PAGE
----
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Context. Ionized interstellar gas is an important component of the interstellar medium and its lifecycle. The recent evidence for a widely distributed highly ionized warm interstellar gas with a density intermediate between the warm ionized medium (WIM) and compact H II regions suggests that there is a major gap in our understanding of the interstellar gas. Aims. Our goal is to investigate the properties of the dense WIM in the Milky Way using spectrally resolved SOFIA GREAT [N II ] 205 μm fine-structure lines and Green Bank Telescope hydrogen radio recombination lines (RRL) data, supplemented by spectrally unresolved Herschel PACS [N II ] 122μm data, and spectrally resolved 12 CO. Methods. We observed eight lines of sight (LOS) in the 20° < l < 30° region in the Galactic plane. We analyzed spectrally resolved lines of [N II ] at 205 μm and RRL observations, along with the spectrally unresolved Herschel PACS 122 μm emission, using excitation and radiative transfer models to determine the physical parameters of the dense WIM. We derived the kinetic temperature, as well as the thermal and turbulent velocity dispersions from the [N II ] and RRL linewidths. Results. The regions with [N II ] 205more »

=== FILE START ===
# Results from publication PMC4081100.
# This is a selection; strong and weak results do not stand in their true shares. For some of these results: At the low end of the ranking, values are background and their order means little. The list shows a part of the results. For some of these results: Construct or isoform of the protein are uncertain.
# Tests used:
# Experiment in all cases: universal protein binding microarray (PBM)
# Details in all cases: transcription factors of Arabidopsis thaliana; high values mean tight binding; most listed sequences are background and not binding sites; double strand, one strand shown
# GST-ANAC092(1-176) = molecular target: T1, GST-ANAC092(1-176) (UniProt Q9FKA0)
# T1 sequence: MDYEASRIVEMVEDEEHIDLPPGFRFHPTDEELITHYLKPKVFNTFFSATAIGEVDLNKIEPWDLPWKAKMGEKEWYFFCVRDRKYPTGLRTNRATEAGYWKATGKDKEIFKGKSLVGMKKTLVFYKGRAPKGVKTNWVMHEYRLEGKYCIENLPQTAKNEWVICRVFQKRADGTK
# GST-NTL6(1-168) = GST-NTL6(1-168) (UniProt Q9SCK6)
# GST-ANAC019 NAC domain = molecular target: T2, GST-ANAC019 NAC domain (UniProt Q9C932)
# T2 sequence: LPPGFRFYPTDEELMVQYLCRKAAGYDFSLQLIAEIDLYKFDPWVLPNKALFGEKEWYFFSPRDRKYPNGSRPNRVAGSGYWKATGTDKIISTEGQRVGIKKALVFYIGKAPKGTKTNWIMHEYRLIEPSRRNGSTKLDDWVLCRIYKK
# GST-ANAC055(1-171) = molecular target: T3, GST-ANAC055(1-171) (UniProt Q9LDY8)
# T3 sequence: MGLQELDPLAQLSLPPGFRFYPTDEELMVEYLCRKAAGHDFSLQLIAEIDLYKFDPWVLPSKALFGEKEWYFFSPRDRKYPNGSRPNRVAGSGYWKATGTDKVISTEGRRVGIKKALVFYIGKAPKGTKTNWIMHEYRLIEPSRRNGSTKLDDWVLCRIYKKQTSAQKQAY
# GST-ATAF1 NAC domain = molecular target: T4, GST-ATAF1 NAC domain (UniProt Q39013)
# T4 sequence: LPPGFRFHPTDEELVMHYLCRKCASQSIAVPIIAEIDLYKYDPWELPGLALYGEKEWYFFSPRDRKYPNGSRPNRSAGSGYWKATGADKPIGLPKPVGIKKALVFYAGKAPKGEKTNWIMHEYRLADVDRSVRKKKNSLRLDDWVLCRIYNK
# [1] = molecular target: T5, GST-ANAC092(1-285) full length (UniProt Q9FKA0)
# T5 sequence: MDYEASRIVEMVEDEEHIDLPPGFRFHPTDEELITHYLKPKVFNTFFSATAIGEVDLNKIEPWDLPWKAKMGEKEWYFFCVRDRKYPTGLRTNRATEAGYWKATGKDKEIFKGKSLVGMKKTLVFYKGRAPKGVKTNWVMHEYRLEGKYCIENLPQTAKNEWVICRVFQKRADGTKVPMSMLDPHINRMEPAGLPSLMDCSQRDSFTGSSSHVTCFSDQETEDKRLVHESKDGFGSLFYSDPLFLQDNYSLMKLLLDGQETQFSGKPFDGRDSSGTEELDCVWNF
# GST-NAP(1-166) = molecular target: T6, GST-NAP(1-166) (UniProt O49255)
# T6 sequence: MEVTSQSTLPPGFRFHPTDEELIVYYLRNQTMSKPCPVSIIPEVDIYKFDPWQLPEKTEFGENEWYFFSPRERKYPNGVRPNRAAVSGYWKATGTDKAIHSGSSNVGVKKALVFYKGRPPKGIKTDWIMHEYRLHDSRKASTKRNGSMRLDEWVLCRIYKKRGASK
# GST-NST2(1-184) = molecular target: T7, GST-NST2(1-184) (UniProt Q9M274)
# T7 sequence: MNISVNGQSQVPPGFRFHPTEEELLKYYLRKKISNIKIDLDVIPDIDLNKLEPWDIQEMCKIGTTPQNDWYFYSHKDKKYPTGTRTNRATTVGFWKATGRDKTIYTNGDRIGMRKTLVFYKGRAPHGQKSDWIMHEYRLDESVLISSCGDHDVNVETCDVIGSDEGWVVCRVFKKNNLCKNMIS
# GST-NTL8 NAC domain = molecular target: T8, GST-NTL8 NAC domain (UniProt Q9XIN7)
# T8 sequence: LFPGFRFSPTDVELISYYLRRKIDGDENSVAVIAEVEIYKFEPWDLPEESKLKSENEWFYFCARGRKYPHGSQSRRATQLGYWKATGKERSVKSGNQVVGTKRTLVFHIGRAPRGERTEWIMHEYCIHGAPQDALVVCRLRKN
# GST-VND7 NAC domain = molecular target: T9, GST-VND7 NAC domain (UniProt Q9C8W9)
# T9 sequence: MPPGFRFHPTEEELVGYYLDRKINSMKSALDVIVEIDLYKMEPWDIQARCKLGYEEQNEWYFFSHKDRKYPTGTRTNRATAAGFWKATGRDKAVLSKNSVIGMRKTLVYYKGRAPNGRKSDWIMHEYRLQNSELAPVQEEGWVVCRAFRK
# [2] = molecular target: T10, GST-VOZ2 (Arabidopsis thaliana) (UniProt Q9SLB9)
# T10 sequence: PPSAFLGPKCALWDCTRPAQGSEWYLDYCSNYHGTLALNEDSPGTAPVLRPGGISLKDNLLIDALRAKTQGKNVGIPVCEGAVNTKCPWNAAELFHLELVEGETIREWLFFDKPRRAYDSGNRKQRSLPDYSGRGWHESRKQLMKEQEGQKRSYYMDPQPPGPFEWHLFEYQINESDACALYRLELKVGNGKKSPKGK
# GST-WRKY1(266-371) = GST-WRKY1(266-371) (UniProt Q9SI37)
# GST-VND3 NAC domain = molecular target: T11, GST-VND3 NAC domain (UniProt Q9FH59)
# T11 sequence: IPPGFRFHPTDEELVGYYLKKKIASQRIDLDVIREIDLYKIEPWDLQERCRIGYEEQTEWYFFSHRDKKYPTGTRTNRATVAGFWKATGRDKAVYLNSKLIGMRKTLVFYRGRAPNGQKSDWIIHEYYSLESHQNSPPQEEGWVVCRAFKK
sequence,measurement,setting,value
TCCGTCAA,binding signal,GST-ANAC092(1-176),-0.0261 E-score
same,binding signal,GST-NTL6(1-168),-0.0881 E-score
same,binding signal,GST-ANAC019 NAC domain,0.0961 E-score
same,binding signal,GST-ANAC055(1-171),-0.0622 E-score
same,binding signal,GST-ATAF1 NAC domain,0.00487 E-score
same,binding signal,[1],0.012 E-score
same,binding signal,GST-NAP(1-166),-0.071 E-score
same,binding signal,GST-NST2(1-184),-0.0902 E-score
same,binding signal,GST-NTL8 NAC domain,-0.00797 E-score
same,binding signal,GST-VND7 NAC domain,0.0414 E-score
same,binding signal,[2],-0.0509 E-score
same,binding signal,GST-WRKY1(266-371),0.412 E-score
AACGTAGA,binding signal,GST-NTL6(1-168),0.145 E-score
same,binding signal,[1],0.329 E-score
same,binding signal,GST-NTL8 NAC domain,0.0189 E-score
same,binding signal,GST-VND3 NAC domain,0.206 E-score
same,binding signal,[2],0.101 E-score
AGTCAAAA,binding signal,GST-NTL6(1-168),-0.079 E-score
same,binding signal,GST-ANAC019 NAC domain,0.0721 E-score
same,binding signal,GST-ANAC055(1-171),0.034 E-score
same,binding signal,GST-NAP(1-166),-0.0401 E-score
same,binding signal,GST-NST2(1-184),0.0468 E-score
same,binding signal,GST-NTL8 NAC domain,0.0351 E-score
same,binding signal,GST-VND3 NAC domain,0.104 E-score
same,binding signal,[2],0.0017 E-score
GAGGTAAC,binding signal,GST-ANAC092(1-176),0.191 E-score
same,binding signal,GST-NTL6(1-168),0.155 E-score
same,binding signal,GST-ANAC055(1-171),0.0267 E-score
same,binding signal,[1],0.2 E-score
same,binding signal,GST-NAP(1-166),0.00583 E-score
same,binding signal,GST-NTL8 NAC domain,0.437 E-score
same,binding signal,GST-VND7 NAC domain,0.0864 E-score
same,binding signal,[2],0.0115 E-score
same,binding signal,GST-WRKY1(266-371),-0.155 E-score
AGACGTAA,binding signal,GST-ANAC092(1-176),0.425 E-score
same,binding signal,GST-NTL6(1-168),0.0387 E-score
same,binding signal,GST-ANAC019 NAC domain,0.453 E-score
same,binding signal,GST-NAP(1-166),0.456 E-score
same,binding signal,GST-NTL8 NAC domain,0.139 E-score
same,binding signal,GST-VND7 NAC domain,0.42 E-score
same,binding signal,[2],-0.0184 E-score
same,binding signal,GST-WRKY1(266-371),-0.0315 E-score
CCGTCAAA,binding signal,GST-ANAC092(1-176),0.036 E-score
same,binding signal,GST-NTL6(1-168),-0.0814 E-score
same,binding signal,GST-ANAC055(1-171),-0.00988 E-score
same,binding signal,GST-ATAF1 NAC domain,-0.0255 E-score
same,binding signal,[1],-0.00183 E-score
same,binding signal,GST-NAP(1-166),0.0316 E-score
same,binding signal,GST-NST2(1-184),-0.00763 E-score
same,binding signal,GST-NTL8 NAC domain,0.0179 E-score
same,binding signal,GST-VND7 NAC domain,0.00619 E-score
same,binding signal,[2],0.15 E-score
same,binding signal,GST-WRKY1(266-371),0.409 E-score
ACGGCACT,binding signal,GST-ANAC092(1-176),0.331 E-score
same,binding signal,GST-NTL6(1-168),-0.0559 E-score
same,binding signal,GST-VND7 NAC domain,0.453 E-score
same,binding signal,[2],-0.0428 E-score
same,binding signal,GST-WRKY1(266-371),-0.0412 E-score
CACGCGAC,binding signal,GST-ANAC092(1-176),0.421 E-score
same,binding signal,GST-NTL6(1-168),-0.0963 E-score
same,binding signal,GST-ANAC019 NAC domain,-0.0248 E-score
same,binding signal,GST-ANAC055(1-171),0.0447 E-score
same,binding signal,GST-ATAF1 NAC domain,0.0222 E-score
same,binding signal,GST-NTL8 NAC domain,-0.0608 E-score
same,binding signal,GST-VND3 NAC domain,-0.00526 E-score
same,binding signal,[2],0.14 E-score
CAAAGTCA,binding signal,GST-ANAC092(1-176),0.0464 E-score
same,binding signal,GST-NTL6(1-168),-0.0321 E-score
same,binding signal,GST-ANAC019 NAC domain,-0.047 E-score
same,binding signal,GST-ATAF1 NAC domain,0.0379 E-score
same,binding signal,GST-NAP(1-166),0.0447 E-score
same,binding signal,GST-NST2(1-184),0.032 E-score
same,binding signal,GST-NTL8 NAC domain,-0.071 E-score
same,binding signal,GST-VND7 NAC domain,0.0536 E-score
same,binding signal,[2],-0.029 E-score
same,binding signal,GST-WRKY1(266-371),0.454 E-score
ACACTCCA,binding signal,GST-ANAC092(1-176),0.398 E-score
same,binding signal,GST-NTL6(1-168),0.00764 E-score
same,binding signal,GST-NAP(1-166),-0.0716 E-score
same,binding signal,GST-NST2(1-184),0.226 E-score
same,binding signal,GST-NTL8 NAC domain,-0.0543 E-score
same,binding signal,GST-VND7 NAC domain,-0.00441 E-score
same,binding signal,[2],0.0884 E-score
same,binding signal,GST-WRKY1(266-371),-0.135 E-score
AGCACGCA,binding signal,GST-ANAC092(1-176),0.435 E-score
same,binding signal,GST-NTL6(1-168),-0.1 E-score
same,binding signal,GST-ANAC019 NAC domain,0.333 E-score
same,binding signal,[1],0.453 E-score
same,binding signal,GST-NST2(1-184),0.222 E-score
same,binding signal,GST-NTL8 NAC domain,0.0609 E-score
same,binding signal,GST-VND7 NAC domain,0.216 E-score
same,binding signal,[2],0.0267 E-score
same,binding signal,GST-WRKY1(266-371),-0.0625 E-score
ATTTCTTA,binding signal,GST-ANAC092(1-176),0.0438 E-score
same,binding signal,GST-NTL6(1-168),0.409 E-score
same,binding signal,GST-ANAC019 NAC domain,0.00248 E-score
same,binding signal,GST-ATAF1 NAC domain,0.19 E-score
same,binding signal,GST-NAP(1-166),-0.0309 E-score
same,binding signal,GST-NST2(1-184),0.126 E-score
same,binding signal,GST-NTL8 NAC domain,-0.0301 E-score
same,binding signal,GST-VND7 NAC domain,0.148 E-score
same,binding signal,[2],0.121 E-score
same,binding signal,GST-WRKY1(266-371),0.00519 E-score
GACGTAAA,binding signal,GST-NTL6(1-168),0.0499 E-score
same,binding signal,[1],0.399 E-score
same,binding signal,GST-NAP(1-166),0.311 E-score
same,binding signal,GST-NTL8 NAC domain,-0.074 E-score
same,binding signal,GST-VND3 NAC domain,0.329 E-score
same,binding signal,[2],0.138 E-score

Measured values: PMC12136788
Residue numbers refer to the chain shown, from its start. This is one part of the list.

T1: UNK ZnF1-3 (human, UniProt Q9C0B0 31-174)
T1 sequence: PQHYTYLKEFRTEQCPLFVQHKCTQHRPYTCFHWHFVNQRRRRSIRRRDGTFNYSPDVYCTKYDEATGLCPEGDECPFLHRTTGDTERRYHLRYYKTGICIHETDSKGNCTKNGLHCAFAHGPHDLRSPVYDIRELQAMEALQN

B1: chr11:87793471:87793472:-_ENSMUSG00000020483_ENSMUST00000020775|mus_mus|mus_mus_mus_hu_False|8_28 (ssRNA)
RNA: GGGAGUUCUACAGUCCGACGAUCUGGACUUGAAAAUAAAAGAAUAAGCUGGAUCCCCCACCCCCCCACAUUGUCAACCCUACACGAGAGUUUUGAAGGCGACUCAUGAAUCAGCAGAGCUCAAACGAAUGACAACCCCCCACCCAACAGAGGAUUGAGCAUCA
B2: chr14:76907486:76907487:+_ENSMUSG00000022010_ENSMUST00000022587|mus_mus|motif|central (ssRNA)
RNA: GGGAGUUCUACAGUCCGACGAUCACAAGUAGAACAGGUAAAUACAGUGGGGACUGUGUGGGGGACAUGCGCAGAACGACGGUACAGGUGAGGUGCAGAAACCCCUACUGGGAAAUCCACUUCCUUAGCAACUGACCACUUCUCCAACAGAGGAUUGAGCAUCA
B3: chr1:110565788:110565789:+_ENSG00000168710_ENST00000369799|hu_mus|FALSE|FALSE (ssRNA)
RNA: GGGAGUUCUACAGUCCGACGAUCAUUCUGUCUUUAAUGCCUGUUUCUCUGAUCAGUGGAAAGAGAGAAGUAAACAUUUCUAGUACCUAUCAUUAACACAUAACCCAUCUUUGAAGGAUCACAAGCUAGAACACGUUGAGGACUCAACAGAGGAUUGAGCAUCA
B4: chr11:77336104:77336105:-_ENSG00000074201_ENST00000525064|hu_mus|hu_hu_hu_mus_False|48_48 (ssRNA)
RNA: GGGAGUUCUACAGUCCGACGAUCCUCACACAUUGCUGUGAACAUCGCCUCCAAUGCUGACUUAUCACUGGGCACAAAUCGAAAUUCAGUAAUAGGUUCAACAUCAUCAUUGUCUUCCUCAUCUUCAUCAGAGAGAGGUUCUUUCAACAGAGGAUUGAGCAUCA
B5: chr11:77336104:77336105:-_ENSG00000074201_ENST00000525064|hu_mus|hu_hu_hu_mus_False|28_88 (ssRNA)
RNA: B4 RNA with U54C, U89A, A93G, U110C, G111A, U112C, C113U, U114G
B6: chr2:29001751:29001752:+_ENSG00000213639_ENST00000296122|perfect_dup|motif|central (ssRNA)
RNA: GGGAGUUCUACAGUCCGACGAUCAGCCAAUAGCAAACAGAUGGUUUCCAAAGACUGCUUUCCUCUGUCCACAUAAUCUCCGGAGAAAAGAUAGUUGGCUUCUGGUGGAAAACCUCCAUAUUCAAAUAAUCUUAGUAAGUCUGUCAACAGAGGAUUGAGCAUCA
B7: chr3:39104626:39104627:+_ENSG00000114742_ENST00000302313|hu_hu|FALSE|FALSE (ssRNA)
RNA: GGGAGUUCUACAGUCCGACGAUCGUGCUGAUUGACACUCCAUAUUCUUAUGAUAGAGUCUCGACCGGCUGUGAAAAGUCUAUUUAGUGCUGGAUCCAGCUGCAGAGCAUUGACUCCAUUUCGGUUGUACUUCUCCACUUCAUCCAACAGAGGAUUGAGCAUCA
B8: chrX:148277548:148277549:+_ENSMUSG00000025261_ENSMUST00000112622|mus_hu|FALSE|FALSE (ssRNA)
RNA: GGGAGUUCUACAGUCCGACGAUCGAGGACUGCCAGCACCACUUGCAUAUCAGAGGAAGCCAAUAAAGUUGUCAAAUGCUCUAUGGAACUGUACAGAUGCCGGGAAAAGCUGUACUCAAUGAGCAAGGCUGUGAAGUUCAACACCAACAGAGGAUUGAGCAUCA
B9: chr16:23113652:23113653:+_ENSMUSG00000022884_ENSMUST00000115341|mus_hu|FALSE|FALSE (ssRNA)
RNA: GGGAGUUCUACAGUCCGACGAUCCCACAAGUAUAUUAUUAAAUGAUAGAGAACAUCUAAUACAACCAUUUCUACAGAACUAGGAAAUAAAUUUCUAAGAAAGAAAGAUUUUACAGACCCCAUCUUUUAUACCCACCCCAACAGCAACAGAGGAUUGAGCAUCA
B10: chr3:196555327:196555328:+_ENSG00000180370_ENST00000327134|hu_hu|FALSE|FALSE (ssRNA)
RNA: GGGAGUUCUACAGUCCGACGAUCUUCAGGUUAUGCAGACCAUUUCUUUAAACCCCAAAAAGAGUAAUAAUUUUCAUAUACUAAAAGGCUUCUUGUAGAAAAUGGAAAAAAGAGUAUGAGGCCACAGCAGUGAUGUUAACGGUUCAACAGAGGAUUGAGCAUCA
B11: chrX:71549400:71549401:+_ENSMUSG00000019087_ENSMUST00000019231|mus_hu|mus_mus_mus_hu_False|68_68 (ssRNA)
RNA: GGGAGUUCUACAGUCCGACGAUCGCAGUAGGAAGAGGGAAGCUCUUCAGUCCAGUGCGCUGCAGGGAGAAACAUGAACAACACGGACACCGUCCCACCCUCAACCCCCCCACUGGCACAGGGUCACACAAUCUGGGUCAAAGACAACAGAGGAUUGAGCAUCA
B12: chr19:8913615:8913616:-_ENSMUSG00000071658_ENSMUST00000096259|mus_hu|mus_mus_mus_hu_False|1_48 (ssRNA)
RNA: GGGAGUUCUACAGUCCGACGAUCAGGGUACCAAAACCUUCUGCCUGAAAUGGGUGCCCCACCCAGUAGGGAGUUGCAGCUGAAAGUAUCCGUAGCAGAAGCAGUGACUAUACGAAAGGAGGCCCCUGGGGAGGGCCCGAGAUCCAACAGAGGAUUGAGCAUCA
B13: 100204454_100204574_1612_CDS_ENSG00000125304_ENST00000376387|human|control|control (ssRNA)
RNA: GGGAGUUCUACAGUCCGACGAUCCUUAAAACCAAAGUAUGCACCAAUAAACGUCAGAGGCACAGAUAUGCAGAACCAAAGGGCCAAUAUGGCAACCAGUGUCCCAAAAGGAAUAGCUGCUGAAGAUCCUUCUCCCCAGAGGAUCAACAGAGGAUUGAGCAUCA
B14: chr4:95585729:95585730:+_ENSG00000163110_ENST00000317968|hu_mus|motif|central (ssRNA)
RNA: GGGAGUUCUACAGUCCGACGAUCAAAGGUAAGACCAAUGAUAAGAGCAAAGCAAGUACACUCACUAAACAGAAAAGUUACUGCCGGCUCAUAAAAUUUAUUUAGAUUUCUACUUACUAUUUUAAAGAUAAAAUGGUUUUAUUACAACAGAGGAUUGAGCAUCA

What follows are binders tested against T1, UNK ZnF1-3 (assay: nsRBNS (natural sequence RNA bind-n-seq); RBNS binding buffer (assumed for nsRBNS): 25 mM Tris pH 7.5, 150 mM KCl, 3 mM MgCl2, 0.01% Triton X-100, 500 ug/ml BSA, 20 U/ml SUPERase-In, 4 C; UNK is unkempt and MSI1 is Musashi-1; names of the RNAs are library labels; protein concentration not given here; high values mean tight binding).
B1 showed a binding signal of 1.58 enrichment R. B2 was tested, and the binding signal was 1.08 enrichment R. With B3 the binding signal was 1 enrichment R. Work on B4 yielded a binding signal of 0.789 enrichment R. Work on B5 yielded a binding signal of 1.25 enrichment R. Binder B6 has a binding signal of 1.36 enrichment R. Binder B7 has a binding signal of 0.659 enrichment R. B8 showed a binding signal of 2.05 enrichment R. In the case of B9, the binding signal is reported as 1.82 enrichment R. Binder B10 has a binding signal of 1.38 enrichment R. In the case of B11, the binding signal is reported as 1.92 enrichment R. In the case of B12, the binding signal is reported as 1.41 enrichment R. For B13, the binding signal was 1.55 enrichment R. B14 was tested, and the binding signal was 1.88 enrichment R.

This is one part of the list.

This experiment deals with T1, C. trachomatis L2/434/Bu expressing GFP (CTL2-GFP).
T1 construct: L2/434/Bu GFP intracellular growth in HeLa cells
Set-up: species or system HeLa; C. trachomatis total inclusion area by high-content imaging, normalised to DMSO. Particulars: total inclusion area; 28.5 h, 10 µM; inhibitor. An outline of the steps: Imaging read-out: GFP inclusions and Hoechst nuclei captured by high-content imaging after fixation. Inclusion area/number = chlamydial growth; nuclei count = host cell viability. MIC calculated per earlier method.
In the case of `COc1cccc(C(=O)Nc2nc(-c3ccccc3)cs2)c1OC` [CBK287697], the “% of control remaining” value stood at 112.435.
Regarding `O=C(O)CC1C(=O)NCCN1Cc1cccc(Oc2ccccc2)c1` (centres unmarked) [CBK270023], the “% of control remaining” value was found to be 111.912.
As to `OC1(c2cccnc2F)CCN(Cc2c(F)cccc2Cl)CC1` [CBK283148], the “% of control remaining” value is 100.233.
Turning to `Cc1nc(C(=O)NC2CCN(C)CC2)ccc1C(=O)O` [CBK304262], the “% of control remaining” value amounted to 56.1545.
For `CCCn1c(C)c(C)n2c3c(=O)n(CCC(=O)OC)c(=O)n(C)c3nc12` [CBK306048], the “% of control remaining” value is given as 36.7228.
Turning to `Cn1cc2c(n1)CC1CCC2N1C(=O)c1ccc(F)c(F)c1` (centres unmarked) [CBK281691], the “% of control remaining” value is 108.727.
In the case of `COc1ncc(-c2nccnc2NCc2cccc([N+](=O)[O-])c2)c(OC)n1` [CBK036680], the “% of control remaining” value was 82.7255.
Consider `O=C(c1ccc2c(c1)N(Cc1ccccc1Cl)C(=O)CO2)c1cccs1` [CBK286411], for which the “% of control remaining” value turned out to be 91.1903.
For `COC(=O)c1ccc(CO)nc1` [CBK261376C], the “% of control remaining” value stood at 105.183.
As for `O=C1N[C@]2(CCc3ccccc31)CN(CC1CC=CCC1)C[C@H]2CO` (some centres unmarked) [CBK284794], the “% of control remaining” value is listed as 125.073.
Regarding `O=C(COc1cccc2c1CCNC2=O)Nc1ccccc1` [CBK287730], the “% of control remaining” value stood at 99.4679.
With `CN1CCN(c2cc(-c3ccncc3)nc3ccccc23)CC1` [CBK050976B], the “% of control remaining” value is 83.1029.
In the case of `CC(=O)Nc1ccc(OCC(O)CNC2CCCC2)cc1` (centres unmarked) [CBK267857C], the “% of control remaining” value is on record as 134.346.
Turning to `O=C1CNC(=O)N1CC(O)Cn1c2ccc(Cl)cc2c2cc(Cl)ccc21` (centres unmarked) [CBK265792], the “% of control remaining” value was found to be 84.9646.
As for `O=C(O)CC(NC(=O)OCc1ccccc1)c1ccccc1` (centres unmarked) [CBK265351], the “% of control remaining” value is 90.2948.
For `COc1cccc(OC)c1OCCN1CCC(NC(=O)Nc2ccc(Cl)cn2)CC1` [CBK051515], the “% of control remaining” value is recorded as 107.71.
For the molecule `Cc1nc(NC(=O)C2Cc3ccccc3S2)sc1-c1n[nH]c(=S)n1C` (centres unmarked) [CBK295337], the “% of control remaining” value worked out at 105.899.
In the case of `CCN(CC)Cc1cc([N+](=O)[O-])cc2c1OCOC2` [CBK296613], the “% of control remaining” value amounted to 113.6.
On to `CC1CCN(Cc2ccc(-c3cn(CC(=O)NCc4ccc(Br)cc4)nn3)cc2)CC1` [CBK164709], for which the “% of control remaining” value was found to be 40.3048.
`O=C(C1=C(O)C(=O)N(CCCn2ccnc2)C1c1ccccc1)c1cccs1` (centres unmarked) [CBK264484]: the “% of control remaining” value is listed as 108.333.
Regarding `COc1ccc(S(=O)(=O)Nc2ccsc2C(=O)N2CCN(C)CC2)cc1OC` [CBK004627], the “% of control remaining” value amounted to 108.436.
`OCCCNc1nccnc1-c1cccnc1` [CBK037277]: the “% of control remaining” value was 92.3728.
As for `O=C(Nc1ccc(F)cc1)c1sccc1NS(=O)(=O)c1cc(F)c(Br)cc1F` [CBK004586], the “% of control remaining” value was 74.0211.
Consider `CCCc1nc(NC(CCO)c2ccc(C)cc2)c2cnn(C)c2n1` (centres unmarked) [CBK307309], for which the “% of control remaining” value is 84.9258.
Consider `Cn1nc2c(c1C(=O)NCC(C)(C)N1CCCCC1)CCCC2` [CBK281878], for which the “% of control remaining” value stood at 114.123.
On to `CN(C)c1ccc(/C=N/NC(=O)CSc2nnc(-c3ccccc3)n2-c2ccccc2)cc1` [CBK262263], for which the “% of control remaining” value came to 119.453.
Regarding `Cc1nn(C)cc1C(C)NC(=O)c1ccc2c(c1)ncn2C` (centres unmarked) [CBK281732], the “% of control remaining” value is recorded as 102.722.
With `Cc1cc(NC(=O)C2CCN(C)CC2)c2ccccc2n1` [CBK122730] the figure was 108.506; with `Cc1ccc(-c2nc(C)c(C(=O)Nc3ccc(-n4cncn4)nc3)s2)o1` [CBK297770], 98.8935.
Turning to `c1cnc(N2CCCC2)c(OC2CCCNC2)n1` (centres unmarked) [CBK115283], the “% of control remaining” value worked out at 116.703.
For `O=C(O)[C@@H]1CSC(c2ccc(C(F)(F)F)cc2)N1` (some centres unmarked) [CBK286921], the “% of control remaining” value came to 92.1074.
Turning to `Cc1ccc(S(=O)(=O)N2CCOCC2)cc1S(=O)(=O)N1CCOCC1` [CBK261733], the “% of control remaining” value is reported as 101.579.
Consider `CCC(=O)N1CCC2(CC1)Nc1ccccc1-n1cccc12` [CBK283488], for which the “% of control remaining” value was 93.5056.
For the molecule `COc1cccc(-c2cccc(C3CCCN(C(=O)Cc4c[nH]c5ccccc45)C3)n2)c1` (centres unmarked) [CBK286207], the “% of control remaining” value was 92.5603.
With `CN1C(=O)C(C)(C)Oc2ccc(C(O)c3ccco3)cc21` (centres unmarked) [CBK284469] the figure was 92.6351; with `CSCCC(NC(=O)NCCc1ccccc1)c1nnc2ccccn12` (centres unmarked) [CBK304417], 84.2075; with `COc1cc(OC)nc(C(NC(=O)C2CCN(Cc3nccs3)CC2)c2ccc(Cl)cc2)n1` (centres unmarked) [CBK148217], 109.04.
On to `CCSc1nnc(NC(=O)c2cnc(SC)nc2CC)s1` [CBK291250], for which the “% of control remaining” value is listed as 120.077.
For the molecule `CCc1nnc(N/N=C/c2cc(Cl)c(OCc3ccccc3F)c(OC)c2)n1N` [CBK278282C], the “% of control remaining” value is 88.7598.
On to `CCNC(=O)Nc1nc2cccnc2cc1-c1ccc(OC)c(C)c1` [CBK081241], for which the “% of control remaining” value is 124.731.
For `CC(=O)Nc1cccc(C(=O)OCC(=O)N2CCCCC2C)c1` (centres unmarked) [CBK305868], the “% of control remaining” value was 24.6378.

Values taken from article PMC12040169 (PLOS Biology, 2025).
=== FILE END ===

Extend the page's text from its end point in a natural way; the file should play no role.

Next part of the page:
LEGO – II. A 3 mm molecular line study covering 100 pc of one of the most actively star-forming portions within the Milky Way discABSTRACT The current generation of (sub)mm-telescopes has allowed molecular line emission to become a major tool for studying the physical, kinematic, and chemical properties of extragalactic systems, yet exploiting these observations requires a detailed understanding of where emission lines originate within the Milky Way. In this paper, we present 60 arcsec (∼3 pc) resolution observations of many 3 mm band molecular lines across a large map of the W49 massive star-forming region (∼100 pc × 100 pc at 11 kpc), which were taken as part of the ‘LEGO’ IRAM-30m large project. We find that the spatial extent or brightness of the molecular line transitions are not well correlated with their critical densities, highlighting abundance and optical depth must be considered when estimating line emission characteristics. We explore how the total emission and emission efficiency (i.e. line brightness per H2 column density) of the line emission vary as a function of molecular hydrogen column density and dust temperature. We find that there is not a single region of this parameter space responsible for the brightest and most efficiently emitting gas for all species. For example, we find that the HCN transition shows high emission efficiency at high column density (1022 cm−2) and moderate temperatures (35 K), whilst e.g.more »